This week, as we try to understand protests in Libya and anti-Muslim hatred in our own country, I've been thinking of a simple but powerful story that Brian McClaren shared at this summer's Wild Goose Festival.
After the 9/11 attacks, Brian was praying about what to do and received a clear message from the Holy Spirit saying, "Your Muslim neighbors are in danger." He's not one of those types who receives crystal-clear instructional blueprints from God every day (does anyone? I'm skeptical), so he took it very seriously.
He hopped in his car and went to several mosques to deliver a letter he had written, a letter expressing his solidarity with American Muslims and his knowledge that the terrorist attacks of the day before were not their fault.
At one mosque, the imam had ordered the driveway gates to be closed because the community had already received a violent threat. Brian got there just as the gates were closing, and he made a split-second decision to gun the car anyway, putting the pedal to the floor even though a tiny and rather terrified imam was inside the complex yelling, "Stop! Stop!"
Brian got out of his car and walked up to the imam to proffer the letter, which the imam read while they were standing there. He got tears in his eyes and threw his arms around Brian, welcoming him inside. It was Brian's first time inside a mosque, and in an imam's office (which he noted "looks exactly like a pastor's office, except neater, and the books are in Arabic").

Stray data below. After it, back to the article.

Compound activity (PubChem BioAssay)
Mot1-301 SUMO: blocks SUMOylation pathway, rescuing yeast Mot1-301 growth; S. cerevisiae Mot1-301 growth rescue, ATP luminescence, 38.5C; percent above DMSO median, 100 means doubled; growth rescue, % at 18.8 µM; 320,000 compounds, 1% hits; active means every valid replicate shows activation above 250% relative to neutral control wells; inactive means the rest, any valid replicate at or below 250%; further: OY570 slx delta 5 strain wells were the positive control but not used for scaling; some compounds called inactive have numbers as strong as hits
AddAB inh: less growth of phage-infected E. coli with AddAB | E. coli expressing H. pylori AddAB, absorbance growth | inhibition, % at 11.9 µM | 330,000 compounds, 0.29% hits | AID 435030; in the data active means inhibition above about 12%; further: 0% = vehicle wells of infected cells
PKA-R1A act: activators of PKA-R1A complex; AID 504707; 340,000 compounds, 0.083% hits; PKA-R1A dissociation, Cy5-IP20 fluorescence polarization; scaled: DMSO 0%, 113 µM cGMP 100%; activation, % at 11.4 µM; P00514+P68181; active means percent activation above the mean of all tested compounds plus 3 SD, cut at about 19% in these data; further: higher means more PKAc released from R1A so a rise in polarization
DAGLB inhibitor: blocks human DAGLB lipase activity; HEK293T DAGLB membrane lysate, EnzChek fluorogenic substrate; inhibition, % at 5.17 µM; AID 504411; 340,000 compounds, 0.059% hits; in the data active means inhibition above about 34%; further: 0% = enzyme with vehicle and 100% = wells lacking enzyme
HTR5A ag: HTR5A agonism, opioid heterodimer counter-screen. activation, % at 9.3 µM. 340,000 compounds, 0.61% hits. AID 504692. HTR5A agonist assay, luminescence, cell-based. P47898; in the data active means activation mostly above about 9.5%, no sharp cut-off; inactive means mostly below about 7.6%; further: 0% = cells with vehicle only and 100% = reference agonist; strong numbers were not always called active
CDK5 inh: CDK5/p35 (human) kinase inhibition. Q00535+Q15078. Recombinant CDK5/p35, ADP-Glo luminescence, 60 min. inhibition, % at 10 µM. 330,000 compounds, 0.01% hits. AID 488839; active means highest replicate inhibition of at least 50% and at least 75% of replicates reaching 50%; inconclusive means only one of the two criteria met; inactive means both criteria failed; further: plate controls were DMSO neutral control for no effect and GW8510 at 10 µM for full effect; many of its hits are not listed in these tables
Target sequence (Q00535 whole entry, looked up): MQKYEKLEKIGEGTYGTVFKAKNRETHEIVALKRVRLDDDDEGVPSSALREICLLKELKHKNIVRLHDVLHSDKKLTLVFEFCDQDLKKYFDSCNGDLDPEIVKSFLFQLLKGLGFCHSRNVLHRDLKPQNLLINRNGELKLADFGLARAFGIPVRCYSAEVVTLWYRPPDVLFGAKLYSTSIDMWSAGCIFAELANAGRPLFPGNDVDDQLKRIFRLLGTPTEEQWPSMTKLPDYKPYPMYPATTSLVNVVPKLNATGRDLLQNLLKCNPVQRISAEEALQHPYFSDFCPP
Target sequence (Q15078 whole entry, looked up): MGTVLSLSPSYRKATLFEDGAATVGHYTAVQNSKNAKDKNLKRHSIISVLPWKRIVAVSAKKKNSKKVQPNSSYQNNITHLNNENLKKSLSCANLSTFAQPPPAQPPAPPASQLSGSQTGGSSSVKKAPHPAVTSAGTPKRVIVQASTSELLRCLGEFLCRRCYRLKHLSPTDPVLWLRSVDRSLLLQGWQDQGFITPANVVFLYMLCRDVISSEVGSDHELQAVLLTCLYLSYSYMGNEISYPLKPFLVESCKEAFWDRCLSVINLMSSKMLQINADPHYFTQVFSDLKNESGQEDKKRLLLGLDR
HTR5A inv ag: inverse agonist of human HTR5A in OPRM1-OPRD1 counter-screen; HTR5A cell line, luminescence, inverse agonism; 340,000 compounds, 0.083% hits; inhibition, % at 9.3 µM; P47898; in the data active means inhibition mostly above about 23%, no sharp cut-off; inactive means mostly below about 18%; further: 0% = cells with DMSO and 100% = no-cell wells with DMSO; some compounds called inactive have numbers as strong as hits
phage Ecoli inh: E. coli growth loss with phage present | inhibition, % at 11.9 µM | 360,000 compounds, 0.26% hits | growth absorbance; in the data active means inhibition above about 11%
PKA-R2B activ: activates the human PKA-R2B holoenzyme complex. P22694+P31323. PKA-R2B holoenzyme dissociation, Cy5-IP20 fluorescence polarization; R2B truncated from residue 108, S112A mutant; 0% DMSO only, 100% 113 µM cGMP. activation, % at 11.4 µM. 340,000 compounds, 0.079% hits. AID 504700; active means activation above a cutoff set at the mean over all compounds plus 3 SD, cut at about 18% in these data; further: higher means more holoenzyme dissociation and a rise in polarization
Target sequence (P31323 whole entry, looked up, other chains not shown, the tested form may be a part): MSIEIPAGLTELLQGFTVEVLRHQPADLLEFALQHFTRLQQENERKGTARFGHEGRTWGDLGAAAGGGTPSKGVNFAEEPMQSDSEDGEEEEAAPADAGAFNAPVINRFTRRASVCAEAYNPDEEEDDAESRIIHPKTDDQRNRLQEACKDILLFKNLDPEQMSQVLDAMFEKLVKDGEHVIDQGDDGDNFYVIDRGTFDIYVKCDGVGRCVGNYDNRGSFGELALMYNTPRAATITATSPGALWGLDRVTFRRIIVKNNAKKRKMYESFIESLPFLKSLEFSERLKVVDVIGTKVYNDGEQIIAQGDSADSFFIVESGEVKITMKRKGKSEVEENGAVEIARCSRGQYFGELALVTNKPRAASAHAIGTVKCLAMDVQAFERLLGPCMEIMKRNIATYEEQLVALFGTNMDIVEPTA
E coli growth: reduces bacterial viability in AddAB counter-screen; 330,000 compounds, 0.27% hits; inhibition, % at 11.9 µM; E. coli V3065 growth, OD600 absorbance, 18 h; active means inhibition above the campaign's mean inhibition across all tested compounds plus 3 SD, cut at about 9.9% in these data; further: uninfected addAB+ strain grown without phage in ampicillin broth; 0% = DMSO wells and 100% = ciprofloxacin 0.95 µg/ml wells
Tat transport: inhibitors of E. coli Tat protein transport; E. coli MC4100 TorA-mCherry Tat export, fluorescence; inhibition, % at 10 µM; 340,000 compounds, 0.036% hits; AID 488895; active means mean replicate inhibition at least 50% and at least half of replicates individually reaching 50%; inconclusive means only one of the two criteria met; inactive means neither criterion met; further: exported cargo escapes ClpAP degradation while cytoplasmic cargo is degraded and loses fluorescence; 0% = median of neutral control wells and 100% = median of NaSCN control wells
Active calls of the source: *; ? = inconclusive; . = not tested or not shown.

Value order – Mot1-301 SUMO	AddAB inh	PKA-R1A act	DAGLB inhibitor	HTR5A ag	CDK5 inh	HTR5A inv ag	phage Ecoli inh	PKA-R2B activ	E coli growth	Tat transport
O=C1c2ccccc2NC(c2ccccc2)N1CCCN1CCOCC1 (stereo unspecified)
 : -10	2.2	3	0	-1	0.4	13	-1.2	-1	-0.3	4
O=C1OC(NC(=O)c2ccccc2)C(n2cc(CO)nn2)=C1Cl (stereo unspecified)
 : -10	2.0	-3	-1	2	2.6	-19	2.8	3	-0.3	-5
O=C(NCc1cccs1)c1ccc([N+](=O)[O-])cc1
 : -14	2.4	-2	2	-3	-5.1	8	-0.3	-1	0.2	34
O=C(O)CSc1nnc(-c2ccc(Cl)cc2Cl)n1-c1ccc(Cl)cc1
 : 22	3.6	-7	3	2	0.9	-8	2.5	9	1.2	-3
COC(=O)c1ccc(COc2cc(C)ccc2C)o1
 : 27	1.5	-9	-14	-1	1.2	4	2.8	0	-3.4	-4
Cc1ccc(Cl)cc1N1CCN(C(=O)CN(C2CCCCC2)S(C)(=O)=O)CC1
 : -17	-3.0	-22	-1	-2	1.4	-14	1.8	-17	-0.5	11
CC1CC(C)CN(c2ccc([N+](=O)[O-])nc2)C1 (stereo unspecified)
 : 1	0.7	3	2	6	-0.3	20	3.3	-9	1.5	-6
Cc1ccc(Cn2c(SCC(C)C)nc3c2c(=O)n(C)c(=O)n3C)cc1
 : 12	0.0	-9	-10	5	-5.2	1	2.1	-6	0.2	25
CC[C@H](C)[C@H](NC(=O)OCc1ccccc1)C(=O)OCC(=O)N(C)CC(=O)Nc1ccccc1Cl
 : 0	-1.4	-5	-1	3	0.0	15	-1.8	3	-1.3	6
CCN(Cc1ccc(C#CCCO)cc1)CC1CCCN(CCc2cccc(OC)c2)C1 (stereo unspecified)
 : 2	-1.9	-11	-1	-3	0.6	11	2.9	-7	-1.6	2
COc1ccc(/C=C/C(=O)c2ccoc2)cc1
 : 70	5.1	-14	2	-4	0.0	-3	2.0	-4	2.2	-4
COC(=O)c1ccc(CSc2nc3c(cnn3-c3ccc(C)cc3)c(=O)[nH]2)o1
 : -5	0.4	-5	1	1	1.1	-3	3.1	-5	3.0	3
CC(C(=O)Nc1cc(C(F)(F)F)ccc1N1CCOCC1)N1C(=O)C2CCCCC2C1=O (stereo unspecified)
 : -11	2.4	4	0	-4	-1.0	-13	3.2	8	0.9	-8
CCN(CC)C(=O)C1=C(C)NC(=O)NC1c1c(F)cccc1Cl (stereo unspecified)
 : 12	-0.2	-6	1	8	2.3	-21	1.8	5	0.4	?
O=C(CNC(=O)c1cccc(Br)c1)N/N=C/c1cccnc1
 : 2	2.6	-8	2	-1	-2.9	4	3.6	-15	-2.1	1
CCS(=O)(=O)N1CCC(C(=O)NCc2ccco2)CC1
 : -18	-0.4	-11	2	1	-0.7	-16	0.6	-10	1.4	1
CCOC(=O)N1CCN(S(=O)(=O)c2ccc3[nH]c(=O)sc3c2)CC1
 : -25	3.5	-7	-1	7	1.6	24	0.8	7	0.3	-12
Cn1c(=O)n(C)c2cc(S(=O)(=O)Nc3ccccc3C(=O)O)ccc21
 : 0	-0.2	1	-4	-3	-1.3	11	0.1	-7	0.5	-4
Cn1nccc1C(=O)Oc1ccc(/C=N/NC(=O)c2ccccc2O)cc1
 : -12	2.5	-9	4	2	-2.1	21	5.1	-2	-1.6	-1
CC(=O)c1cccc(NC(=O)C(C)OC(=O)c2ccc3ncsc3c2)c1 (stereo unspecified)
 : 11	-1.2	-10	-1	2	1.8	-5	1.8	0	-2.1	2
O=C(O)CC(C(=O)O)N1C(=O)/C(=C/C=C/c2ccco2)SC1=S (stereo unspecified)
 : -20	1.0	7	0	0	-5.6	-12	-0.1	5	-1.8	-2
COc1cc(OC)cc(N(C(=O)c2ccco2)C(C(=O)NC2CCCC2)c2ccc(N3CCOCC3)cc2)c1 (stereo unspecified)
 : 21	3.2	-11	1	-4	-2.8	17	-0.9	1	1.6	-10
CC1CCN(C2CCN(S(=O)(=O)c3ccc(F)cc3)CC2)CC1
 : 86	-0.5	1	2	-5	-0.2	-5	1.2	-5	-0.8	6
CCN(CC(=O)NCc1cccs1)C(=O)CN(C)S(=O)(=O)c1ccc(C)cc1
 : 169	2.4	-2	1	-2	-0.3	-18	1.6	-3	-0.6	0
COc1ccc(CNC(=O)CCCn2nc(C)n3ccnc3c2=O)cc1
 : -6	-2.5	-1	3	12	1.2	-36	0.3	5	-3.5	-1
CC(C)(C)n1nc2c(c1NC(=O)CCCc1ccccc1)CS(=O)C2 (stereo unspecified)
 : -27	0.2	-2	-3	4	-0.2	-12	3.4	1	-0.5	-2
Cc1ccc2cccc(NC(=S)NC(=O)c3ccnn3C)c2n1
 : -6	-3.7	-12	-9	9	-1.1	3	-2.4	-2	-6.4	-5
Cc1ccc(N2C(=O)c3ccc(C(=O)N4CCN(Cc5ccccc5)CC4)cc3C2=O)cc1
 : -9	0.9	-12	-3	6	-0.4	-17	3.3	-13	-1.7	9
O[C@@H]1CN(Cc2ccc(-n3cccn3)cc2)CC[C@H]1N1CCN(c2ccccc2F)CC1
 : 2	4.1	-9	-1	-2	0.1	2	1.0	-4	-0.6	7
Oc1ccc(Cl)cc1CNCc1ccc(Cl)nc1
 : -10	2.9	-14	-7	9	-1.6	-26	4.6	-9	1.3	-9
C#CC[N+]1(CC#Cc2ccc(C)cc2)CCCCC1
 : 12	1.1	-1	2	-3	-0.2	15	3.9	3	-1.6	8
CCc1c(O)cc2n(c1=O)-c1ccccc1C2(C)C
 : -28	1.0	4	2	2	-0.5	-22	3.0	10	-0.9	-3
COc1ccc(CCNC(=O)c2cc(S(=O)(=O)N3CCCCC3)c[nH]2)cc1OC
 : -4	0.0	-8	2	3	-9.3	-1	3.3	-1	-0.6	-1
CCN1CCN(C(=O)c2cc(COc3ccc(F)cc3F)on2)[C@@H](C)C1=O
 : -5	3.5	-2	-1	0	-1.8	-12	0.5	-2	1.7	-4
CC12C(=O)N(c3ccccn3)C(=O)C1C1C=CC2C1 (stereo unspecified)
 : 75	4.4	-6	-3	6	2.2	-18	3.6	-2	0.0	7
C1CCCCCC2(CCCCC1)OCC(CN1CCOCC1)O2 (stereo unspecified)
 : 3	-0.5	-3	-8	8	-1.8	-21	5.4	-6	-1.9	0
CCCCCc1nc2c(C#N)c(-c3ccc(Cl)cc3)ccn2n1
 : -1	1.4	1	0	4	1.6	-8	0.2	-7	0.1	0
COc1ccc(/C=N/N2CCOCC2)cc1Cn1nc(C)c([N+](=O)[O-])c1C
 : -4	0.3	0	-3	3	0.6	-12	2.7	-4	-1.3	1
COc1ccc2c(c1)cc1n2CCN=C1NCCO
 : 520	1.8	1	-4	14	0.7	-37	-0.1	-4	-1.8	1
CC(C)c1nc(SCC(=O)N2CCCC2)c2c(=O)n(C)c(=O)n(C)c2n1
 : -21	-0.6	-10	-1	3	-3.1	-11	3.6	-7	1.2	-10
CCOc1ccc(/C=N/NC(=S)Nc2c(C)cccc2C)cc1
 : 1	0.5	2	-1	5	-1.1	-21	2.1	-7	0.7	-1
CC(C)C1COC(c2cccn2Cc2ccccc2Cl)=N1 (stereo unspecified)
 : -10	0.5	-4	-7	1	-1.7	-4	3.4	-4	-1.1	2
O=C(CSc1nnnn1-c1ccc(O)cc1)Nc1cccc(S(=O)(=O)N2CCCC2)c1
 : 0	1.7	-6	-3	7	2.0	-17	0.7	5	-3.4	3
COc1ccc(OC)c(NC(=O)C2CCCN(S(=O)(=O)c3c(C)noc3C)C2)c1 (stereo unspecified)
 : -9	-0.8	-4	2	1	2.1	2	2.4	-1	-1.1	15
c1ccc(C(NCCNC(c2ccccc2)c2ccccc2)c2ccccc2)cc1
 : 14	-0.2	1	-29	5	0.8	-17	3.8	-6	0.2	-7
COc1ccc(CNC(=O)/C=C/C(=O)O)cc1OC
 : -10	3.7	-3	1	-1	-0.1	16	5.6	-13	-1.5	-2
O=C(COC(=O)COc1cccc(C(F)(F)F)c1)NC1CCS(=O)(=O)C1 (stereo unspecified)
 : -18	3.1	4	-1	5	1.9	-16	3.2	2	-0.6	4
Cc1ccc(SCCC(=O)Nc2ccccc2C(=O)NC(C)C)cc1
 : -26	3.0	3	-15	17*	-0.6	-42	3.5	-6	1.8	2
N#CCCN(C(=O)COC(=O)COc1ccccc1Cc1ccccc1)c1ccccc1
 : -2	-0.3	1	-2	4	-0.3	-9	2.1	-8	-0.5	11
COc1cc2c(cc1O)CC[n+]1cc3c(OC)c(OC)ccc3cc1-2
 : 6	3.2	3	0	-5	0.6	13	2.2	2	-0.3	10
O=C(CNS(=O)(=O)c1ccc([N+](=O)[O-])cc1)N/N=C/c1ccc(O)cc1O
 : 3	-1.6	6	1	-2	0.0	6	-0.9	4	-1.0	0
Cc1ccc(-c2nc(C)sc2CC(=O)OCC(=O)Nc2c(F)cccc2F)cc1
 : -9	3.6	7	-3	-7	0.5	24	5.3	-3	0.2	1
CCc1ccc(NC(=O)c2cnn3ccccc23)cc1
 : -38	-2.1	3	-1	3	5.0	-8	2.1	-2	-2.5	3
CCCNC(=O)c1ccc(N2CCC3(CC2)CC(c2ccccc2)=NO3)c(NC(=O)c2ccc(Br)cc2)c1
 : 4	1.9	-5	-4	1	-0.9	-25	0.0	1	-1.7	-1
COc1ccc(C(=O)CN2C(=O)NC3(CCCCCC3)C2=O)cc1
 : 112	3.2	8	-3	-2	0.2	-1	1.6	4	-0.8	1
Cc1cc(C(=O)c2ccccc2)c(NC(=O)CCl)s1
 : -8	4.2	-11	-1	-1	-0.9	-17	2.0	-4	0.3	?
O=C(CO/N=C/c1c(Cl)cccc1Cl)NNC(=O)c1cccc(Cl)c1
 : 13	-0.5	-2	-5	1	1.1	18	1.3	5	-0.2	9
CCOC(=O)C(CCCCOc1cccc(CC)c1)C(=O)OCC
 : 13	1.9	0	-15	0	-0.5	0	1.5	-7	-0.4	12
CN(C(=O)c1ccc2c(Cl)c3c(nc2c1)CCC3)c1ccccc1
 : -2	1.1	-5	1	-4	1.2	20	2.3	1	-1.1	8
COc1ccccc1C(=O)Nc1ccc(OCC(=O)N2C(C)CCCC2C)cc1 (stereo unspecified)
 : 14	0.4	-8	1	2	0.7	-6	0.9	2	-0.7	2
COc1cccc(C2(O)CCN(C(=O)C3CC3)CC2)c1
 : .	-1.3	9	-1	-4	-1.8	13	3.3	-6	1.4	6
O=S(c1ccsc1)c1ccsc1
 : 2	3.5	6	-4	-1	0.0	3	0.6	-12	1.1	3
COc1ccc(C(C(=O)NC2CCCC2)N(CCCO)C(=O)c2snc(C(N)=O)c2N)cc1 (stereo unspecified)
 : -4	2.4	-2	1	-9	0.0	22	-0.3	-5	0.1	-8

They got to be friends.
I found this story deeply moving, and I've been thinking of it this week as terrible events have unfolded. Religious hatred and ignorance seem to be everywhere. Yesterday I learned that one of the filmmakers responsible for the Innocence of Muslims movie is also a prominent anti-Mormon activist. According to Buzzfeed,
In 1977, Klein founded a group called Courageous Christians United, whose main focus is to expose Mormonism and Islam — both "false religions" and "cults" according to Klein — with protests outside their places of worship, low-rent media productions like the now-viral Youtube video, and SEO-efficient web properties.
To accomplish this, the group runs MormonInfo.org, an expansive collection of anti-Mormon content whose benign URL belies the intensity of its mission. In addition to boilerplate criticism of the church's doctrines and policies, the site once managed to sneak an activist into a Mormon temple — which, after an initial public tour, are only open to devout Latter-day Saints — and record one of the ceremonies. The site posted the video to YouTube under the headline, "Welcome to Mitt Romney's World," and described the ceremonial garb worn in the temple as that of a "gay Irish baker."
This connection underscores one of Brian McLaren's main points: that religious hatred breeds more religious hatred, and that hateful people's efforts to proclaim their own religious supremacy will trump everything in their path, including factual truth.
Brian's new book Why Did Jesus, Moses, Mohammed, and the Buddha Cross the Road? released this week, and I urge you to check it out. Books on interfaith relations don't tend to sell very well, which is a depressing fact of publishing; most of us prefer to read books that shore up our own point of view rather than ones that ask us to learn about others. But there's never been a greater need for us to approach our own claims to religious truth with humility and extend ourselves to those around us.
So . . . why did Jesus, Moses, Mohammed, and the Buddha cross the road?
Answer: to get to the Other.